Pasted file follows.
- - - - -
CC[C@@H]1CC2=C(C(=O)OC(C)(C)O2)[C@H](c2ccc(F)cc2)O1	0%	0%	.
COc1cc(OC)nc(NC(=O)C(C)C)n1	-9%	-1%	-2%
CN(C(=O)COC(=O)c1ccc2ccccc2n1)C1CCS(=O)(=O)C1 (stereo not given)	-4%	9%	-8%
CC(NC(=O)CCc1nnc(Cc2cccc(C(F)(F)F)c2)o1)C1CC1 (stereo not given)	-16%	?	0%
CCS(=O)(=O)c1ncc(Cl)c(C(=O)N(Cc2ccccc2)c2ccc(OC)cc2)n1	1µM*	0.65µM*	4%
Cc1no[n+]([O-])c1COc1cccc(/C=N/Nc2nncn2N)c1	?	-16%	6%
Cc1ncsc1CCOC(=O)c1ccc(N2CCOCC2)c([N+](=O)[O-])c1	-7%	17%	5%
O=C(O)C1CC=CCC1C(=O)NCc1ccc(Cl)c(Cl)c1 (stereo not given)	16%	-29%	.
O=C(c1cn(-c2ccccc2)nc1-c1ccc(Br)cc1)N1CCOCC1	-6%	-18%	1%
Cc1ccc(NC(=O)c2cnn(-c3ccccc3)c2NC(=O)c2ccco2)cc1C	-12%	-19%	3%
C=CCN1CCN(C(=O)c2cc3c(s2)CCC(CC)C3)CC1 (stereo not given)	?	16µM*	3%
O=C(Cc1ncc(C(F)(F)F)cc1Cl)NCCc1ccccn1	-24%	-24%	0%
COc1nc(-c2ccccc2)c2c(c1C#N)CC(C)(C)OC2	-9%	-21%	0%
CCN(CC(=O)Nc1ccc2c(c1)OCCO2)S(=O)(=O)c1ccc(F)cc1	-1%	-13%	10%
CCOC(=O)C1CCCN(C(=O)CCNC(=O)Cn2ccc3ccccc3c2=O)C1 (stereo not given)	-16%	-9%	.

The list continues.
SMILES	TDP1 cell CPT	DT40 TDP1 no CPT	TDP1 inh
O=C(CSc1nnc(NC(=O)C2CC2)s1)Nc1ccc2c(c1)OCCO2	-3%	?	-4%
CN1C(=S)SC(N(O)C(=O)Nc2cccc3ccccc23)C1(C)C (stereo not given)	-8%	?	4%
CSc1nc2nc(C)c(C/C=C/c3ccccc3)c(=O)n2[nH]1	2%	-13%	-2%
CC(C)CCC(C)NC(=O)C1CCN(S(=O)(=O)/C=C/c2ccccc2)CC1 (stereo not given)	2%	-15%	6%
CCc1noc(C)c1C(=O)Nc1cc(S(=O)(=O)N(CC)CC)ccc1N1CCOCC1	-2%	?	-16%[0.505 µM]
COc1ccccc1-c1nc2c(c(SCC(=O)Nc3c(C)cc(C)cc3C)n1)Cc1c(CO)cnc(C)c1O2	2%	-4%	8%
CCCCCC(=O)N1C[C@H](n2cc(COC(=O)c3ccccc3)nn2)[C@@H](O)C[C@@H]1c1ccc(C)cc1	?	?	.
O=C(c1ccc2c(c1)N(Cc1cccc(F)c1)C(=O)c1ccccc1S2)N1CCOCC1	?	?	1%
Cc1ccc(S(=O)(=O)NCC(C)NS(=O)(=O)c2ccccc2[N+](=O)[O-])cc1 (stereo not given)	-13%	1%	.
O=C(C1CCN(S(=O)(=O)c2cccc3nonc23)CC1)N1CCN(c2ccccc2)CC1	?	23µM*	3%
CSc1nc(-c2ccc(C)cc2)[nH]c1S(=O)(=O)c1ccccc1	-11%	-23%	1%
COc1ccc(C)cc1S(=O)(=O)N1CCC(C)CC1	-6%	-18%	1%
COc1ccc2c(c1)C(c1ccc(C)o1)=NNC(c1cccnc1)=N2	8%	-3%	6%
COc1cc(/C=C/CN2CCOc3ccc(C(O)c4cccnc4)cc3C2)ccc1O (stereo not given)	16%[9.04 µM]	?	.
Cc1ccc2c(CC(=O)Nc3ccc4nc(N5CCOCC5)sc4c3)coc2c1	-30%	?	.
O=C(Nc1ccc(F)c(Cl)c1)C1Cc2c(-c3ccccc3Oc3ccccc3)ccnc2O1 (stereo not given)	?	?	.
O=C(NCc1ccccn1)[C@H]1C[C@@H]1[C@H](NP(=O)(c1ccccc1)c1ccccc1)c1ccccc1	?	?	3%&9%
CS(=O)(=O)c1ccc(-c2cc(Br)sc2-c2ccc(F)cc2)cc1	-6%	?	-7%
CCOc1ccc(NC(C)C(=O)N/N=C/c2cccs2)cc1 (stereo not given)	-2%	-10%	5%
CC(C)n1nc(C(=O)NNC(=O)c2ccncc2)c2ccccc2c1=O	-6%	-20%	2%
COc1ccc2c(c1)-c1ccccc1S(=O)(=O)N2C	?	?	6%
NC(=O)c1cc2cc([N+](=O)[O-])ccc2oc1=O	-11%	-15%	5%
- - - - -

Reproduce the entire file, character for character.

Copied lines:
CC[C@@H]1CC2=C(C(=O)OC(C)(C)O2)[C@H](c2ccc(F)cc2)O1	0%	0%	.
COc1cc(OC)nc(NC(=O)C(C)C)n1	-9%	-1%	-2%
CN(C(=O)COC(=O)c1ccc2ccccc2n1)C1CCS(=O)(=O)C1 (stereo not given)	-4%	9%	-8%
CC(NC(=O)CCc1nnc(Cc2cccc(C(F)(F)F)c2)o1)C1CC1 (stereo not given)	-16%	?	0%
CCS(=O)(=O)c1ncc(Cl)c(C(=O)N(Cc2ccccc2)c2ccc(OC)cc2)n1	1µM*	0.65µM*	4%
Cc1no[n+]([O-])c1COc1cccc(/C=N/Nc2nncn2N)c1	?	-16%	6%
Cc1ncsc1CCOC(=O)c1ccc(N2CCOCC2)c([N+](=O)[O-])c1	-7%	17%	5%
O=C(O)C1CC=CCC1C(=O)NCc1ccc(Cl)c(Cl)c1 (stereo not given)	16%	-29%	.
O=C(c1cn(-c2ccccc2)nc1-c1ccc(Br)cc1)N1CCOCC1	-6%	-18%	1%
Cc1ccc(NC(=O)c2cnn(-c3ccccc3)c2NC(=O)c2ccco2)cc1C	-12%	-19%	3%
C=CCN1CCN(C(=O)c2cc3c(s2)CCC(CC)C3)CC1 (stereo not given)	?	16µM*	3%
O=C(Cc1ncc(C(F)(F)F)cc1Cl)NCCc1ccccn1	-24%	-24%	0%
COc1nc(-c2ccccc2)c2c(c1C#N)CC(C)(C)OC2	-9%	-21%	0%
CCN(CC(=O)Nc1ccc2c(c1)OCCO2)S(=O)(=O)c1ccc(F)cc1	-1%	-13%	10%
CCOC(=O)C1CCCN(C(=O)CCNC(=O)Cn2ccc3ccccc3c2=O)C1 (stereo not given)	-16%	-9%	.

The list continues.
SMILES	TDP1 cell CPT	DT40 TDP1 no CPT	TDP1 inh
O=C(CSc1nnc(NC(=O)C2CC2)s1)Nc1ccc2c(c1)OCCO2	-3%	?	-4%
CN1C(=S)SC(N(O)C(=O)Nc2cccc3ccccc23)C1(C)C (stereo not given)	-8%	?	4%
CSc1nc2nc(C)c(C/C=C/c3ccccc3)c(=O)n2[nH]1	2%	-13%	-2%
CC(C)CCC(C)NC(=O)C1CCN(S(=O)(=O)/C=C/c2ccccc2)CC1 (stereo not given)	2%	-15%	6%
CCc1noc(C)c1C(=O)Nc1cc(S(=O)(=O)N(CC)CC)ccc1N1CCOCC1	-2%	?	-16%[0.505 µM]
COc1ccccc1-c1nc2c(c(SCC(=O)Nc3c(C)cc(C)cc3C)n1)Cc1c(CO)cnc(C)c1O2	2%	-4%	8%
CCCCCC(=O)N1C[C@H](n2cc(COC(=O)c3ccccc3)nn2)[C@@H](O)C[C@@H]1c1ccc(C)cc1	?	?	.
O=C(c1ccc2c(c1)N(Cc1cccc(F)c1)C(=O)c1ccccc1S2)N1CCOCC1	?	?	1%
Cc1ccc(S(=O)(=O)NCC(C)NS(=O)(=O)c2ccccc2[N+](=O)[O-])cc1 (stereo not given)	-13%	1%	.
O=C(C1CCN(S(=O)(=O)c2cccc3nonc23)CC1)N1CCN(c2ccccc2)CC1	?	23µM*	3%
CSc1nc(-c2ccc(C)cc2)[nH]c1S(=O)(=O)c1ccccc1	-11%	-23%	1%
COc1ccc(C)cc1S(=O)(=O)N1CCC(C)CC1	-6%	-18%	1%
COc1ccc2c(c1)C(c1ccc(C)o1)=NNC(c1cccnc1)=N2	8%	-3%	6%
COc1cc(/C=C/CN2CCOc3ccc(C(O)c4cccnc4)cc3C2)ccc1O (stereo not given)	16%[9.04 µM]	?	.
Cc1ccc2c(CC(=O)Nc3ccc4nc(N5CCOCC5)sc4c3)coc2c1	-30%	?	.
O=C(Nc1ccc(F)c(Cl)c1)C1Cc2c(-c3ccccc3Oc3ccccc3)ccnc2O1 (stereo not given)	?	?	.
O=C(NCc1ccccn1)[C@H]1C[C@@H]1[C@H](NP(=O)(c1ccccc1)c1ccccc1)c1ccccc1	?	?	3%&9%
CS(=O)(=O)c1ccc(-c2cc(Br)sc2-c2ccc(F)cc2)cc1	-6%	?	-7%
CCOc1ccc(NC(C)C(=O)N/N=C/c2cccs2)cc1 (stereo not given)	-2%	-10%	5%
CC(C)n1nc(C(=O)NNC(=O)c2ccncc2)c2ccccc2c1=O	-6%	-20%	2%
COc1ccc2c(c1)-c1ccccc1S(=O)(=O)N2C	?	?	6%
NC(=O)c1cc2cc([N+](=O)[O-])ccc2oc1=O	-11%	-15%	5%